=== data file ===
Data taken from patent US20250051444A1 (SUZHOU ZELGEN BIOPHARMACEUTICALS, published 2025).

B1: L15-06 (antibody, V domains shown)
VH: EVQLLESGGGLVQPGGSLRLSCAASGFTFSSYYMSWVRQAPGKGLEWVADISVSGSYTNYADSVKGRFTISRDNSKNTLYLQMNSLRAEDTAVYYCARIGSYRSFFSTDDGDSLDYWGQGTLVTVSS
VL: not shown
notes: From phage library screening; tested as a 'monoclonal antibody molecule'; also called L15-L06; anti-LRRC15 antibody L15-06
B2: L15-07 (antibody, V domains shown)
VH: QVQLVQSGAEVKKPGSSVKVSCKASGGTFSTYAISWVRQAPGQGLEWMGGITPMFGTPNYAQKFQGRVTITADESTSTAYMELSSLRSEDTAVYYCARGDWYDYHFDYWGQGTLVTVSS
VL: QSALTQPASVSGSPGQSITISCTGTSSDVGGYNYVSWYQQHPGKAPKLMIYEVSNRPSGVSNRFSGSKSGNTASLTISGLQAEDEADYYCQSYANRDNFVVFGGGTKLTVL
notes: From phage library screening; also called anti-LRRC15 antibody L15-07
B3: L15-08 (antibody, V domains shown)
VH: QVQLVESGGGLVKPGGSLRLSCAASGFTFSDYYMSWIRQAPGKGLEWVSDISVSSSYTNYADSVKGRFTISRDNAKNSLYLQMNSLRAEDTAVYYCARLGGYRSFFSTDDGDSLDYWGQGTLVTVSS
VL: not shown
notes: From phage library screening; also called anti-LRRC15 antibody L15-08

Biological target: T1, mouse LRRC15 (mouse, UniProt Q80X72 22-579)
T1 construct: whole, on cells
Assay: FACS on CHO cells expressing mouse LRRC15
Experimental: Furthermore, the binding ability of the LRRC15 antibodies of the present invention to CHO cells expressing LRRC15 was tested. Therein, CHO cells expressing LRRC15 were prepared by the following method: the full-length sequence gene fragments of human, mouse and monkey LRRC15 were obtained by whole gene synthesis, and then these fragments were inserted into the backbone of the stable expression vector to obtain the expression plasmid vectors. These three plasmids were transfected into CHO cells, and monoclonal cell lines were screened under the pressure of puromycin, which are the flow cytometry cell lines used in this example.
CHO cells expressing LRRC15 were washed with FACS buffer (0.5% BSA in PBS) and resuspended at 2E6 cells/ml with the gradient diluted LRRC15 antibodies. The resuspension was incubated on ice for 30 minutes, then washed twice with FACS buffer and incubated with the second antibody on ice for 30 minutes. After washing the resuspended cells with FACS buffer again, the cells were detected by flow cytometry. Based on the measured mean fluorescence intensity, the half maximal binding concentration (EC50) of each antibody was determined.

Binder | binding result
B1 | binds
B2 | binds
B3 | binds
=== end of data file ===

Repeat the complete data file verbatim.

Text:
Data taken from patent US20250051444A1 (SUZHOU ZELGEN BIOPHARMACEUTICALS, published 2025).

B1: L15-06 (antibody, V domains shown)
VH: EVQLLESGGGLVQPGGSLRLSCAASGFTFSSYYMSWVRQAPGKGLEWVADISVSGSYTNYADSVKGRFTISRDNSKNTLYLQMNSLRAEDTAVYYCARIGSYRSFFSTDDGDSLDYWGQGTLVTVSS
VL: not shown
notes: From phage library screening; tested as a 'monoclonal antibody molecule'; also called L15-L06; anti-LRRC15 antibody L15-06
B2: L15-07 (antibody, V domains shown)
VH: QVQLVQSGAEVKKPGSSVKVSCKASGGTFSTYAISWVRQAPGQGLEWMGGITPMFGTPNYAQKFQGRVTITADESTSTAYMELSSLRSEDTAVYYCARGDWYDYHFDYWGQGTLVTVSS
VL: QSALTQPASVSGSPGQSITISCTGTSSDVGGYNYVSWYQQHPGKAPKLMIYEVSNRPSGVSNRFSGSKSGNTASLTISGLQAEDEADYYCQSYANRDNFVVFGGGTKLTVL
notes: From phage library screening; also called anti-LRRC15 antibody L15-07
B3: L15-08 (antibody, V domains shown)
VH: QVQLVESGGGLVKPGGSLRLSCAASGFTFSDYYMSWIRQAPGKGLEWVSDISVSSSYTNYADSVKGRFTISRDNAKNSLYLQMNSLRAEDTAVYYCARLGGYRSFFSTDDGDSLDYWGQGTLVTVSS
VL: not shown
notes: From phage library screening; also called anti-LRRC15 antibody L15-08

Biological target: T1, mouse LRRC15 (mouse, UniProt Q80X72 22-579)
T1 construct: whole, on cells
Assay: FACS on CHO cells expressing mouse LRRC15
Experimental: Furthermore, the binding ability of the LRRC15 antibodies of the present invention to CHO cells expressing LRRC15 was tested. Therein, CHO cells expressing LRRC15 were prepared by the following method: the full-length sequence gene fragments of human, mouse and monkey LRRC15 were obtained by whole gene synthesis, and then these fragments were inserted into the backbone of the stable expression vector to obtain the expression plasmid vectors. These three plasmids were transfected into CHO cells, and monoclonal cell lines were screened under the pressure of puromycin, which are the flow cytometry cell lines used in this example.
CHO cells expressing LRRC15 were washed with FACS buffer (0.5% BSA in PBS) and resuspended at 2E6 cells/ml with the gradient diluted LRRC15 antibodies. The resuspension was incubated on ice for 30 minutes, then washed twice with FACS buffer and incubated with the second antibody on ice for 30 minutes. After washing the resuspended cells with FACS buffer again, the cells were detected by flow cytometry. Based on the measured mean fluorescence intensity, the half maximal binding concentration (EC50) of each antibody was determined.

Binder | binding result
B1 | binds
B2 | binds
B3 | binds